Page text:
TD285s Choreographic Process This introduction to dance-making examines the creative process focusing on physical language, dynamics, and spatial arrangements as possibilities for constructing meaning. We look at movement vocabulary as something that is invented, created personally, crafted carefully in time, space, dynamic arrangement, and relationship to other bodies, always holding the potential for surprise from inside and out. We explore movement ideas, construct and deconstruct movement phrases, discuss readings, choreography, processes, class studies, and roadblocks. Students will begin to discover individual, choreographic points of view and will learn about a diverse set of contemporary choreographers and their work. Four credit hours. A. Kloppenberg
TD339s Stagecraft III Further exploration of scenic construction, lighting production, and prop-making concepts, techniques, equipment, and materials. In addition to expanding their studies from Stagecraft II, students will examine welding and three-dimensional computer-assisted wood carving. Out-of-class work is essential. Prerequisite: Theater and Dance 239. Four credit hours. Ervin
[TD355] Applied Choreography Students with previous experience in contemporary choreography at the college level will create original works for formal performance through a rigorous creative process that includes feedback from faculty and peers, presentation of design concepts, and collaboration with student lighting designers. Course will address contemporary issues in dance including viewings of work by active, acclaimed, and emerging professional choreographers. Prerequisite: Theater and Dance 285, or 258 with permission of instructor. Four credit hours.
[TD361] Directing II: Vision and Pedagogy In this advanced directing course, students will develop and hone aesthetic vision through a variety of different creative invitations. They will simultaneously explore the pedagogy of directing: the skills needed to identify and dismantle actor habits and hangups. Prerequisite: Theater and Dance 281 or 285. Four credit hours.
[TD361J] Advanced Topics in Performance: Directed by a collaborative team of guest artists rooted in visual art, theater, and dance, students will collaborate to create a multi-arts, immersive performance to be installed and performed on tour in Boston. Through both practiced and cutting edge methods, the process examines the tenuous state of communication in our technologically-mediated culture. Artists will examine the relationship between personal and collective histories translated through memory. Interested students studying abroad in either the fall or spring semesters should contact Professor Annie Kloppenberg. Prerequisite: Theater and Dance 164 or audition. Three credit hours.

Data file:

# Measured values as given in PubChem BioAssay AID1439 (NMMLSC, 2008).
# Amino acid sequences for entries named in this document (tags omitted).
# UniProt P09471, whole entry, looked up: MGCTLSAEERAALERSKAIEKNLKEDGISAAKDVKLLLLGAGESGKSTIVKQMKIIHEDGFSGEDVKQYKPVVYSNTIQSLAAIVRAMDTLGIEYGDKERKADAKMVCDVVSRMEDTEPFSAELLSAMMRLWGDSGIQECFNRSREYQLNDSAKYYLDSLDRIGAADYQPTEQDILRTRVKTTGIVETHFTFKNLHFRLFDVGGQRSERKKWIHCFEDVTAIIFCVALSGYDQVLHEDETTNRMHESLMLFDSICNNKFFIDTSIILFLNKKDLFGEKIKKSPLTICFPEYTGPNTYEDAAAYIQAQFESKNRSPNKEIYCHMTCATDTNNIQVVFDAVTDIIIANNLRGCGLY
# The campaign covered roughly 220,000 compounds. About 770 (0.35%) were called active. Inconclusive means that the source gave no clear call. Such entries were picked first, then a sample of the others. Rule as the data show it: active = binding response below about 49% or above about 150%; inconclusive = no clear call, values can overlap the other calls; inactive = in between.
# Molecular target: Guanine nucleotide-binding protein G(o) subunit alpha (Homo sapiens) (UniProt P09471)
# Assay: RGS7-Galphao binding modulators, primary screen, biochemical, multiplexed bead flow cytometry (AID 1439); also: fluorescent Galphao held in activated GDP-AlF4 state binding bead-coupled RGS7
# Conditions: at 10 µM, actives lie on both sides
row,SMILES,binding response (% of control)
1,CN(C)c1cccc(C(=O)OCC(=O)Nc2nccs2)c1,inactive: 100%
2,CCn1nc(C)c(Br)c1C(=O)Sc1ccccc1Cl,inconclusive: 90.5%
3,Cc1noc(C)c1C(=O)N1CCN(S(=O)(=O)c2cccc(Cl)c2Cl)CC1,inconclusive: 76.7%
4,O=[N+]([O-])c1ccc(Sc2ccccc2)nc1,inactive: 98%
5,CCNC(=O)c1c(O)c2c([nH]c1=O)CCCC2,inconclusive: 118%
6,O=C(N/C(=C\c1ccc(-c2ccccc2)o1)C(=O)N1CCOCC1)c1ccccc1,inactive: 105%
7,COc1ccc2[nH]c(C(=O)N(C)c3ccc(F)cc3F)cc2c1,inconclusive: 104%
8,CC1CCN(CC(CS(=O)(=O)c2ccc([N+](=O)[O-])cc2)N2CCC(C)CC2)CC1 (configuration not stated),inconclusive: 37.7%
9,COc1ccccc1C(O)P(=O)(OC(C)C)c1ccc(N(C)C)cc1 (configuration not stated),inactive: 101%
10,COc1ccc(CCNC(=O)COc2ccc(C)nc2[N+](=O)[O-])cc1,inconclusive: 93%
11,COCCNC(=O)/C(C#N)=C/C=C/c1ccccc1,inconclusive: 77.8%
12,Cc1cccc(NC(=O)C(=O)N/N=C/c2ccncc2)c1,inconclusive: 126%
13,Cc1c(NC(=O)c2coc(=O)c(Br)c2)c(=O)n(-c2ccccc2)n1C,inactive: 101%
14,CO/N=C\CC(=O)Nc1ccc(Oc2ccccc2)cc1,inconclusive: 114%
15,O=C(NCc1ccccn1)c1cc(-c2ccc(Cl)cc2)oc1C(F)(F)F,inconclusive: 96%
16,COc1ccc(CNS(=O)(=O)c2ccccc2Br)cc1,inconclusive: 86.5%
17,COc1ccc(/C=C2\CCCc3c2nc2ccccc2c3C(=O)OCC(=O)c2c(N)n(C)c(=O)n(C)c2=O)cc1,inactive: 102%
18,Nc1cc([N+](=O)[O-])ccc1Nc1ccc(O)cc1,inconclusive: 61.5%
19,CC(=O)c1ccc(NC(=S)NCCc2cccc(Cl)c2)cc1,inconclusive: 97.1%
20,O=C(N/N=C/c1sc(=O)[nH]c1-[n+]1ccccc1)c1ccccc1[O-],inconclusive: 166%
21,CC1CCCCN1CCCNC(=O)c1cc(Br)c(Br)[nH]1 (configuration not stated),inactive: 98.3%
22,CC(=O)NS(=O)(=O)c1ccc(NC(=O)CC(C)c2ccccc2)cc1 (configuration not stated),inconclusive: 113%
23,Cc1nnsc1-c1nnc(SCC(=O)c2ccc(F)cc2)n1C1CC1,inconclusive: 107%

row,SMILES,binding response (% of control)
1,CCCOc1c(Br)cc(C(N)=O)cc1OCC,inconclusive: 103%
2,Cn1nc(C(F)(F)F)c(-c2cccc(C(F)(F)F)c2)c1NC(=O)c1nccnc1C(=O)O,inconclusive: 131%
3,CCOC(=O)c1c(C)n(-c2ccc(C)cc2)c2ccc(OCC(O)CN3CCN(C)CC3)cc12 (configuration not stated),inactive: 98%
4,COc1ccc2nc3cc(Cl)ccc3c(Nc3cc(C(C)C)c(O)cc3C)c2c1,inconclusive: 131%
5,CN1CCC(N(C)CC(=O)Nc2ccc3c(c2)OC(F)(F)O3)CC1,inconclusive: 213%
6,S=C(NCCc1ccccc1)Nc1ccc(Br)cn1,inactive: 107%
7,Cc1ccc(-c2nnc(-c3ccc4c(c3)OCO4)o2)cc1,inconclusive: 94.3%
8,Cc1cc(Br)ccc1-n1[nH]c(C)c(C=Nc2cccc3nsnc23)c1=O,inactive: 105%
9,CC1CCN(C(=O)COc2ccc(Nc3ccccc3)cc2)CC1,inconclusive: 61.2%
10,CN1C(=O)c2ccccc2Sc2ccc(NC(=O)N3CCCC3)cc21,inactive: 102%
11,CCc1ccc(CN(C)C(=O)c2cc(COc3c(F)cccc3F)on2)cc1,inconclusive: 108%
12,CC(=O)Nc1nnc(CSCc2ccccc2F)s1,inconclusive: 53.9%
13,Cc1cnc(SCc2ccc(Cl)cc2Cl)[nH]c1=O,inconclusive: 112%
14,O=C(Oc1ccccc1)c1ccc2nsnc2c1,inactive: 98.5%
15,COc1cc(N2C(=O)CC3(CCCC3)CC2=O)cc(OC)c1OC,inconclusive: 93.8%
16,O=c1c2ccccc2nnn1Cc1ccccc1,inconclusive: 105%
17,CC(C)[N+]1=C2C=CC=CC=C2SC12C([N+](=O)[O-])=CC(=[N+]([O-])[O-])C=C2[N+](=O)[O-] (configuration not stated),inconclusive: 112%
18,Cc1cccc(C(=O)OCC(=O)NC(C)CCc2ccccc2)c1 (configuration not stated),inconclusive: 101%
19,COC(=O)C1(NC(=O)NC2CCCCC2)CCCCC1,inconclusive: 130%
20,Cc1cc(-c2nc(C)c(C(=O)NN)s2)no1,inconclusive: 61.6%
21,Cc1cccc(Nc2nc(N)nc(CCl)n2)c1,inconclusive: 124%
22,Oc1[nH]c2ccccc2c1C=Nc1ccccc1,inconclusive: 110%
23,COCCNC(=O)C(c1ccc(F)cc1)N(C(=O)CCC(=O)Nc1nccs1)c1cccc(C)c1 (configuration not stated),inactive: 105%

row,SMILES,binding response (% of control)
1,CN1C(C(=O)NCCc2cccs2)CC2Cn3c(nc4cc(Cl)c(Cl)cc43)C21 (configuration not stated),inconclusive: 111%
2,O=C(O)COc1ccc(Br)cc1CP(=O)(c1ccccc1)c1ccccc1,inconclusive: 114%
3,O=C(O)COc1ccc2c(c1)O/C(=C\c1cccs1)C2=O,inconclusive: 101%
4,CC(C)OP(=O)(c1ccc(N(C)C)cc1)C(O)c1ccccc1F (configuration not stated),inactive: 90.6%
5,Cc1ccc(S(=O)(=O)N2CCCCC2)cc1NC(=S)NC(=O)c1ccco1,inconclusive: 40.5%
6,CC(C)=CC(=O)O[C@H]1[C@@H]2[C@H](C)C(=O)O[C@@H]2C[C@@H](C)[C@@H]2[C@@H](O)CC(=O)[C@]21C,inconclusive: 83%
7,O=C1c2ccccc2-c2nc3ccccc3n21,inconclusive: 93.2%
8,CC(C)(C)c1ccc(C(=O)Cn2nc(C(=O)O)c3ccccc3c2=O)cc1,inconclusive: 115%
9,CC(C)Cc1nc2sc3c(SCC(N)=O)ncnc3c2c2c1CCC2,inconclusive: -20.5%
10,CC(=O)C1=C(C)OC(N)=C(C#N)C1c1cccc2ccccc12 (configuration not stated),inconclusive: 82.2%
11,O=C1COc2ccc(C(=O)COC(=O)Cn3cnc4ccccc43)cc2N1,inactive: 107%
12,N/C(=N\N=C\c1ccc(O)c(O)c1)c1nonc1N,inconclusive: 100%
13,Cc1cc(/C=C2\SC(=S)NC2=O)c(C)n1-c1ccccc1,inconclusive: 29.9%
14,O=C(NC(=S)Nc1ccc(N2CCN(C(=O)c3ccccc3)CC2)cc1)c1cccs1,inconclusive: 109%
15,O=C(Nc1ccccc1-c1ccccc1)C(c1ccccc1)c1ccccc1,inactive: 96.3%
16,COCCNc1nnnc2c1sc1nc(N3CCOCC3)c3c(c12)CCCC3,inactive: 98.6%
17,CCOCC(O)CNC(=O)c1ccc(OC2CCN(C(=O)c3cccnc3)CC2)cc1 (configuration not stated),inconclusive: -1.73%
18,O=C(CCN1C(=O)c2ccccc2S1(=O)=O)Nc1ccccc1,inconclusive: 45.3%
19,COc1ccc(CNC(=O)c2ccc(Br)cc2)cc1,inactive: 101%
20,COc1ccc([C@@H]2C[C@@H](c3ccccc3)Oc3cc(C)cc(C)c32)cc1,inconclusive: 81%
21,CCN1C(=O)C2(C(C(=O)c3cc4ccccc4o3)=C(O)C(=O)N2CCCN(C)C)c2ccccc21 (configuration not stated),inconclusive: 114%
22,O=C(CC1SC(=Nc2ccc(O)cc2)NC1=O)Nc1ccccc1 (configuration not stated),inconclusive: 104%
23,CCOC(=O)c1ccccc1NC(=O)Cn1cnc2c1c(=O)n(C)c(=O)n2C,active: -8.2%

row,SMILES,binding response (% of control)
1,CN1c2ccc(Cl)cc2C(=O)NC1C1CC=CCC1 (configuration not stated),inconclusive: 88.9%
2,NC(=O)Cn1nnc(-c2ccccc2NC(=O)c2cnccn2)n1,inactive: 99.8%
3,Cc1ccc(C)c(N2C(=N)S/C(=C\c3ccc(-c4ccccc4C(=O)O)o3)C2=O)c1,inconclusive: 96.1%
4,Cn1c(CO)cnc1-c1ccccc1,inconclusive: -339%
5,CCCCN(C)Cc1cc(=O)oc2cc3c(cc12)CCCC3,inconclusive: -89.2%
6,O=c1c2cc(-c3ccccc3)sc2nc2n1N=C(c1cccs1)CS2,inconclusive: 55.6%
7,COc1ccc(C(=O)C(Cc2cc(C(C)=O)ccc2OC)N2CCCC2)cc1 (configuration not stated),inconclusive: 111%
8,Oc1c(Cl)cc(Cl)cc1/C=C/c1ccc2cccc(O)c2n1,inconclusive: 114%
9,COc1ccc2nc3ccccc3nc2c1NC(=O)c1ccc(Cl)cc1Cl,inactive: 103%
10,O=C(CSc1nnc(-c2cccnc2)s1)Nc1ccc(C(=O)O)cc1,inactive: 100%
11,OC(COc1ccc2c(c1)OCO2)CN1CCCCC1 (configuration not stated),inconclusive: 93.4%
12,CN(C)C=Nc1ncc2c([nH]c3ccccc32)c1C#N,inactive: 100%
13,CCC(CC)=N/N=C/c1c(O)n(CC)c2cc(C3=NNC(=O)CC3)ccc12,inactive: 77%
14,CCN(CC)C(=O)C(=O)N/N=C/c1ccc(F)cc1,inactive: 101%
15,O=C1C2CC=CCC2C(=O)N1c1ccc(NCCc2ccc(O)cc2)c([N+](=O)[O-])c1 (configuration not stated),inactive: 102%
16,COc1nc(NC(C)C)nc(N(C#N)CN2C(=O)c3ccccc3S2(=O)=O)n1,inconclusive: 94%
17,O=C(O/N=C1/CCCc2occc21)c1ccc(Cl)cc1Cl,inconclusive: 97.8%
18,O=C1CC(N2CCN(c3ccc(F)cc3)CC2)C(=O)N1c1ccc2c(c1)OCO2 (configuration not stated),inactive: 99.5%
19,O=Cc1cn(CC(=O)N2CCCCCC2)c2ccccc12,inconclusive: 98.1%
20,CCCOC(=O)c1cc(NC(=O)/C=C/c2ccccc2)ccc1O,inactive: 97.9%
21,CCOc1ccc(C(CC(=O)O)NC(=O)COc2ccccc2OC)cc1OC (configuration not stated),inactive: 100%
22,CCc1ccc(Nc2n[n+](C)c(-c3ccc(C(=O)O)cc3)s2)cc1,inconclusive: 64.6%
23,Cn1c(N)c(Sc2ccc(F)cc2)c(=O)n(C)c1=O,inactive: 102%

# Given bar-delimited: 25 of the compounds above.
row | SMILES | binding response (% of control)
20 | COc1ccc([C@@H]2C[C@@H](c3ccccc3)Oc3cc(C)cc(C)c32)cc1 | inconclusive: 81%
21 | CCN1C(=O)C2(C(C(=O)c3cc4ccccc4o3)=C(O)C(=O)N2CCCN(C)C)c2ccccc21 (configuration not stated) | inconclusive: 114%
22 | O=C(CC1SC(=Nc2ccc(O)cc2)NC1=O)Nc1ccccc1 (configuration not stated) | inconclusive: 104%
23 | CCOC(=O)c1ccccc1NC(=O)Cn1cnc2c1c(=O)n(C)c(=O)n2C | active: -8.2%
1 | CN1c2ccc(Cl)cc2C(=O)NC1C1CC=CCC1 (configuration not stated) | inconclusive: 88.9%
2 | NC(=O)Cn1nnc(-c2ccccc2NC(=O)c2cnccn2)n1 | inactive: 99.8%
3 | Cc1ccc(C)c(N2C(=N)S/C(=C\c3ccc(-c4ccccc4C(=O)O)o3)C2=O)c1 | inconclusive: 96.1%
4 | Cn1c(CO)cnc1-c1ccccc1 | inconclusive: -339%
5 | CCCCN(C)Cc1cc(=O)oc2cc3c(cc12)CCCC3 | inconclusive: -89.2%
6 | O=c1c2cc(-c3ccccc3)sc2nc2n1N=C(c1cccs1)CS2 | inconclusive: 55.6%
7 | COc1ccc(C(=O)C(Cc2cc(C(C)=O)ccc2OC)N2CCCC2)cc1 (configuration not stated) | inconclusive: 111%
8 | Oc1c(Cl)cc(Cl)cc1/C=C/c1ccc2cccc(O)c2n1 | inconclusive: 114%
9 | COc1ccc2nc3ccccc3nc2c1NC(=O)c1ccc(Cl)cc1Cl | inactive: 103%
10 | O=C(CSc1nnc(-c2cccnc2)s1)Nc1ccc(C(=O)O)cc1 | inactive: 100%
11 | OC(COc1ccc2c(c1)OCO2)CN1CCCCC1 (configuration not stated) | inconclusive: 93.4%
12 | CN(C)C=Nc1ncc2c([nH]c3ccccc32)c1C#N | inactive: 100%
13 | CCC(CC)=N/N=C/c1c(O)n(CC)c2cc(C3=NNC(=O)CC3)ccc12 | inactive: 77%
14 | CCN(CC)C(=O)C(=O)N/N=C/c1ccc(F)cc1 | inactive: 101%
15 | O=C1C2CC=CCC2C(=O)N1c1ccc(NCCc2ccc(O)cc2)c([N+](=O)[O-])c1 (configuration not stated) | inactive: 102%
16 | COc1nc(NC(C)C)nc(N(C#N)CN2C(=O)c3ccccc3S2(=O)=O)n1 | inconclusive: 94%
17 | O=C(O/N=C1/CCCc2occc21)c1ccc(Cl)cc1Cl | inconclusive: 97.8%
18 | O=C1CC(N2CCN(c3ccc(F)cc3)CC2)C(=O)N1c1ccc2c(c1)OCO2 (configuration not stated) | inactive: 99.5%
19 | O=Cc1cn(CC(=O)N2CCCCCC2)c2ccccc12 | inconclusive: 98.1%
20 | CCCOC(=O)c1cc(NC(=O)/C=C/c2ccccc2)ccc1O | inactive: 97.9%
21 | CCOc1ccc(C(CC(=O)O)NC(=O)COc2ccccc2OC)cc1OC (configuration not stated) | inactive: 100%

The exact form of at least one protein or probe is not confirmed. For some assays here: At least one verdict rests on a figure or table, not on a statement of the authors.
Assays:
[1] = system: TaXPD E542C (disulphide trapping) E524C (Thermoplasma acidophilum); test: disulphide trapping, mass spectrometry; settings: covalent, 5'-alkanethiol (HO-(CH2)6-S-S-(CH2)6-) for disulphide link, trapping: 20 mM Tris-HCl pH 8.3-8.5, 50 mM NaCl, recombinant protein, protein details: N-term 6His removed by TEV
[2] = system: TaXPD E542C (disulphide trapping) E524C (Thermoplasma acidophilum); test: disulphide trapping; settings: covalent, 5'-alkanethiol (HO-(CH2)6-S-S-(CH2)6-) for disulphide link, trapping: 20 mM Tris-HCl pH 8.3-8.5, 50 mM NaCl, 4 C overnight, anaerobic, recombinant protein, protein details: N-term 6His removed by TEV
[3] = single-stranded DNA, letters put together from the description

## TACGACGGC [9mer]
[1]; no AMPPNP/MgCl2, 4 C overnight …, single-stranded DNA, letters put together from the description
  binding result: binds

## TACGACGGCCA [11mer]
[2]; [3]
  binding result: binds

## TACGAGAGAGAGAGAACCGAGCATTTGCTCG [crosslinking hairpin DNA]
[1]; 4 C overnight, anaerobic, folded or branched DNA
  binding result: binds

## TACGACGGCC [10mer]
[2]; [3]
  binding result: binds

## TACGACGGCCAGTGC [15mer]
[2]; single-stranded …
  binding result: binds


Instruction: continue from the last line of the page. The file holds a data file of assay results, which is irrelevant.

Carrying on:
TD365f Advanced Topics in Design: Architectural Imaging An intensive study of the integrated use of computer-aided design (CAD). Centering on an architectural concept developed through research and contextual study, students utilize CAD to investigate and test design assumptions and to fully conceive multidimensional architectural expression. Students use their own creative potential to develop virtual architectural models, allowing imagination, critical thinking, and an understanding of traditional and contemporary presentation techniques to define final design expression. Students must have access to a laptop for the semester. Prerequisite: Permission of the instructor. Four credit hours. A. Thurston
TD483f, 484s Honors Thesis in Theater and Dance Majors may apply for admission in spring of their junior year. Requires research conducted under the guidance of a faculty member and focused on an approved topic leading to the writing of a thesis, an oral public presentation or performance, and a presentation in the Colby Liberal Arts Symposium. Prerequisite: Senior standing, a 3.25 grade point average, a 3.50 major average at the end of January of the junior year, and unanimous approval of the department. Three or four credit hours.
TD491f, 492s Independent Study Individual projects in areas where the student has demonstrated the interest and competence necessary for independent work. Prerequisite: Permission of the instructor. One to four credit hours. Faculty
TD493s Senior Seminar This capstone experience offers students the chance to engage in seminar-level discussions on the history and aesthetics of performance and to further develop critical and analytical skills related to performance culture. Taught each year by a different member of the faculty who chooses the theme and identifies reading/viewings from a master list developed by the department. The structure includes seminar-style discussions based on significant weekly readings/viewings, a professional preparation workshop, and peer-to-peer tutorial sessions wherein the reading/viewing material is chosen by the students (with the guidance of the professor) and the discussion is generated and moderated by the students (with input from the professor). Prerequisite: Senior standing as a theater and dance major. Four credit hours. Kloppenberg